French Conservative politician, prime minister 1993–95. During his first year of ‘co-habitation’ with socialist president François Mitterrand he demonstrated the sureness of his political touch, retaining popular support despite active opposition to some of his more right-wing policies. He unsuccessfully contested the presidency in 1995. He is a supporter of the European Union and of the maintainance of close relations between France and Germany.
Balladur was the protégé of the former president Georges Pompidou during the 1960s and 1970s, and economy and finance minister under Jacques Chirac's prime ministership 1986–88. In 1993, he was President Mitterrand's second choice as prime minister, Chirac having declined the post. Balladur promised to create a successful economy and reduce the budget deficit, but faced strong opposition to his immigration and privatization policies, his proposals for government funding of private schools, and his employment legislation, reducing the minimum wage paid to young workers. A no-confidence motion in the National Assembly 1994 failed to unseat him and, with the economy improving, he appeared strongly placed for an eventual challenge for the presidency. However, allegations of corruption and illegal phone-tapping led to a dramatic fall in his popularity, and he was eliminated in the first round of the 1995 presidential elections. He later failed in his bid to become mayor of Paris in 2001 and president of the National Assembly in 2002.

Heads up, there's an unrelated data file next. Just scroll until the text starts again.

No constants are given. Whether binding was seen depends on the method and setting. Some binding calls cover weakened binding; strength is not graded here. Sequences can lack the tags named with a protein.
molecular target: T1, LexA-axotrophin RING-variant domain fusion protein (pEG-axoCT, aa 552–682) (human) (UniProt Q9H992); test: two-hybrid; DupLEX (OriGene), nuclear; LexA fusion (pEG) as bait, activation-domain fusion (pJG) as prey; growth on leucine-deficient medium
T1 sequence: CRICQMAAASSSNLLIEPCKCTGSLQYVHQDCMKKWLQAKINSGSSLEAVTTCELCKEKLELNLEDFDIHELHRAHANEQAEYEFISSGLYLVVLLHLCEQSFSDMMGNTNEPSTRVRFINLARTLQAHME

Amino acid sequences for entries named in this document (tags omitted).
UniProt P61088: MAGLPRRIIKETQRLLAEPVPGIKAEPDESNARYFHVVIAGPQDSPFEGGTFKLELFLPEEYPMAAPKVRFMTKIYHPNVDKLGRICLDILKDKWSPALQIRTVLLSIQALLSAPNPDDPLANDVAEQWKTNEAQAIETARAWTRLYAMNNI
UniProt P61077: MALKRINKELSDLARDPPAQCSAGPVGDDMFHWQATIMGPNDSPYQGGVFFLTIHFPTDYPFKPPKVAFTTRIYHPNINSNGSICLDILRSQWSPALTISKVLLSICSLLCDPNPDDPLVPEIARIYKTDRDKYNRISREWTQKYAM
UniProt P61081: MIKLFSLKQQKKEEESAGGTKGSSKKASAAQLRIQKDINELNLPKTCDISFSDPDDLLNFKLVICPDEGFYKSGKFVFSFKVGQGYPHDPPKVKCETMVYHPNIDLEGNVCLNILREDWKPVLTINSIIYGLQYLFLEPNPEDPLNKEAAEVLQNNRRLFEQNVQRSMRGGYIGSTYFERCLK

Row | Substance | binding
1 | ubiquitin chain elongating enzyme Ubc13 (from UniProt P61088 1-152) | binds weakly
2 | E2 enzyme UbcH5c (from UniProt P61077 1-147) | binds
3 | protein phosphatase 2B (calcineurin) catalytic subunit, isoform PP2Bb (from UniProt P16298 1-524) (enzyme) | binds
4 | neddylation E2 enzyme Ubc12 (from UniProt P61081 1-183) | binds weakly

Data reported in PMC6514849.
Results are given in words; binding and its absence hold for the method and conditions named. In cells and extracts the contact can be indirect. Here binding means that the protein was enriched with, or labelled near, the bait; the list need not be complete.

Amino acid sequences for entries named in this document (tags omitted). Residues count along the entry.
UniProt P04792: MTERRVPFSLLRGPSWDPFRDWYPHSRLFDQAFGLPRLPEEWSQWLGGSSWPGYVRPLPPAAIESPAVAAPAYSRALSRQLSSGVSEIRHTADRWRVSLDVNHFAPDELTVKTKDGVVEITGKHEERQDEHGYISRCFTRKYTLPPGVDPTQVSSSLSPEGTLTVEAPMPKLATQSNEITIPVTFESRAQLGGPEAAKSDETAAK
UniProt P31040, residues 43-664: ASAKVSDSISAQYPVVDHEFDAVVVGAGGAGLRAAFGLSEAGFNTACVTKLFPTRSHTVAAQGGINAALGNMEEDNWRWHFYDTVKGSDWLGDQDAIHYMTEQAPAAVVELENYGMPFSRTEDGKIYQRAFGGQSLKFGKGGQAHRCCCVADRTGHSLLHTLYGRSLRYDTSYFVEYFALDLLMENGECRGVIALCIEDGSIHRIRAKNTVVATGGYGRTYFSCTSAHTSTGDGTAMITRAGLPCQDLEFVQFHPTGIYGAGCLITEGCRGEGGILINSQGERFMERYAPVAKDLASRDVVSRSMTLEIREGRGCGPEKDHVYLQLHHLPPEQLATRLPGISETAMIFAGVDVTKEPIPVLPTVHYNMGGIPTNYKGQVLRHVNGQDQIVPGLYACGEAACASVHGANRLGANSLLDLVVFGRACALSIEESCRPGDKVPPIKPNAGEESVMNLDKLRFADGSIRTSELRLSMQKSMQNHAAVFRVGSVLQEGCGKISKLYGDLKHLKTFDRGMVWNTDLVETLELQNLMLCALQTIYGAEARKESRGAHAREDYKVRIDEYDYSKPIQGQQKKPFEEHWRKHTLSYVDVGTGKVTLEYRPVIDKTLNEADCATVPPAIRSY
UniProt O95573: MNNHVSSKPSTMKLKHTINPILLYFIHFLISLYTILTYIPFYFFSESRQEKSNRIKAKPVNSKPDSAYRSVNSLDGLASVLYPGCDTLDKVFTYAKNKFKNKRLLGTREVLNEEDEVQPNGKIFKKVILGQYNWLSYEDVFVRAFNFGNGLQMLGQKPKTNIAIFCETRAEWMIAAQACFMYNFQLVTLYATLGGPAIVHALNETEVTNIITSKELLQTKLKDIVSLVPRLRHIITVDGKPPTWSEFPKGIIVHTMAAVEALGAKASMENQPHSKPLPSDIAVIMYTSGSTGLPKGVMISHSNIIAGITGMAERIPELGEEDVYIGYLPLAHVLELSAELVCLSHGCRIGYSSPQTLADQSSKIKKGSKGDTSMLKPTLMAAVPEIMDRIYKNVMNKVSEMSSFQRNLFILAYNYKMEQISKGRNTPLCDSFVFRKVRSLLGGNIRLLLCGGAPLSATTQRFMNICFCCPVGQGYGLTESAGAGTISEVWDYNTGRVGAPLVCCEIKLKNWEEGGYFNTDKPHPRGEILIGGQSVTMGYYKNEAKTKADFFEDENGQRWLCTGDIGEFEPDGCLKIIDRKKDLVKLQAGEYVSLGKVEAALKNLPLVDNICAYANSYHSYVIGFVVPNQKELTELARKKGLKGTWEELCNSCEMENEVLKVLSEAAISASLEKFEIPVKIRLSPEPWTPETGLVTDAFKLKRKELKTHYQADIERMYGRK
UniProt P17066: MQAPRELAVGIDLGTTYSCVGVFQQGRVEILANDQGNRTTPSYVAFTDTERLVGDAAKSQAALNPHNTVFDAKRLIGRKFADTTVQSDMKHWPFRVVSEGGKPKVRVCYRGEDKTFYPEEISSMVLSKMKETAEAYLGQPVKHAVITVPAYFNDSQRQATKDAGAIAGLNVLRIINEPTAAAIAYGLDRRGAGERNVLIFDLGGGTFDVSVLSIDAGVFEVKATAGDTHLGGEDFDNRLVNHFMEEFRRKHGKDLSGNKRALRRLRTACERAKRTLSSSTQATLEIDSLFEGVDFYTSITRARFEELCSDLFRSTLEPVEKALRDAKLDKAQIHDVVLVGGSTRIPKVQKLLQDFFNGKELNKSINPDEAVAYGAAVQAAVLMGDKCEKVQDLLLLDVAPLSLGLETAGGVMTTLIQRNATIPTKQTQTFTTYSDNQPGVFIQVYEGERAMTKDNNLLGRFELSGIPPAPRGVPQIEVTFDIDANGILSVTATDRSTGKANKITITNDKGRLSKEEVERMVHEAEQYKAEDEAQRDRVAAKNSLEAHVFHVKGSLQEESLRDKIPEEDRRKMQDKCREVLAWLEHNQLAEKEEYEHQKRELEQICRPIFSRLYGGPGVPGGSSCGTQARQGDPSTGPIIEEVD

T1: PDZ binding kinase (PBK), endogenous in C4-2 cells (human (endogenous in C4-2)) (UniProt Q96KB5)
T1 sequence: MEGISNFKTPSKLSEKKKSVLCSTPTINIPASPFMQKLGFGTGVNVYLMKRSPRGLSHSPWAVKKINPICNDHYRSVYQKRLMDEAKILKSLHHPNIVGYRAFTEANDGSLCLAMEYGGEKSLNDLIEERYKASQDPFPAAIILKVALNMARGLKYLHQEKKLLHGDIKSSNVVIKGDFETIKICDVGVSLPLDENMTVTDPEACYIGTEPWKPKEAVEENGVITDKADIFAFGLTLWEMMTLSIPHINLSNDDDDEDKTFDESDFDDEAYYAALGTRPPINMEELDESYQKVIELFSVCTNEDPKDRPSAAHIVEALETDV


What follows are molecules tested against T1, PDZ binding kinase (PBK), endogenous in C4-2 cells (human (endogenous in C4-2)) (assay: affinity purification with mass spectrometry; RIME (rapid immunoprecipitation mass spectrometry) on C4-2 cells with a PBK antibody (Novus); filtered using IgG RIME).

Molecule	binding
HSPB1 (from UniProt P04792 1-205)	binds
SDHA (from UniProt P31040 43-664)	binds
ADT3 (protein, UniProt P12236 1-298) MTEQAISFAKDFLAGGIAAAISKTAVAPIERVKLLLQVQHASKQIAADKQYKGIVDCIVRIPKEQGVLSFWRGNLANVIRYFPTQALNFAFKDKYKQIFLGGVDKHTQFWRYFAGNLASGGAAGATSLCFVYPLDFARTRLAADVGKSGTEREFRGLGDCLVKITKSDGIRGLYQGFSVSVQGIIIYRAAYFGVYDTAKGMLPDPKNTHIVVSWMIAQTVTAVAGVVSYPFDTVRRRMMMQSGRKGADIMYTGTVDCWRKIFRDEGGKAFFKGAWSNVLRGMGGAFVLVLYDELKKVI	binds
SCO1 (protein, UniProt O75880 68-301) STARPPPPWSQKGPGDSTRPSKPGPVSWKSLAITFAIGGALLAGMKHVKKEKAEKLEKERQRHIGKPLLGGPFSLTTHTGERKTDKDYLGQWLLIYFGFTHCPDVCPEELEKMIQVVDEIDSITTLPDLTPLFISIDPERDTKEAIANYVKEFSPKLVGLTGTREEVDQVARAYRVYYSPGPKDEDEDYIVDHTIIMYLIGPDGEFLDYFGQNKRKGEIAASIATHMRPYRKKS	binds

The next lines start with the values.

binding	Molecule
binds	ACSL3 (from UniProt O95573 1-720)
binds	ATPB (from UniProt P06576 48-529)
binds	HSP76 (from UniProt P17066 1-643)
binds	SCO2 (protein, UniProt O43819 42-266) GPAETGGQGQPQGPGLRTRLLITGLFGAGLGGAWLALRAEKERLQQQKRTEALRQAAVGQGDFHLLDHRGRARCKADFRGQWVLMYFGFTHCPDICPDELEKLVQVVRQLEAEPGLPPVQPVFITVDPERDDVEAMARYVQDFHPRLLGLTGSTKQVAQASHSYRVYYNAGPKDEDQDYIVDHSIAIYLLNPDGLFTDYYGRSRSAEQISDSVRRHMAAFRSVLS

Born in Izmir, Turkey, Balladur's parents emigrated to Marseilles, France, in 1935. He was president of the French company of the Mont Blanc Tunnel 1968–80.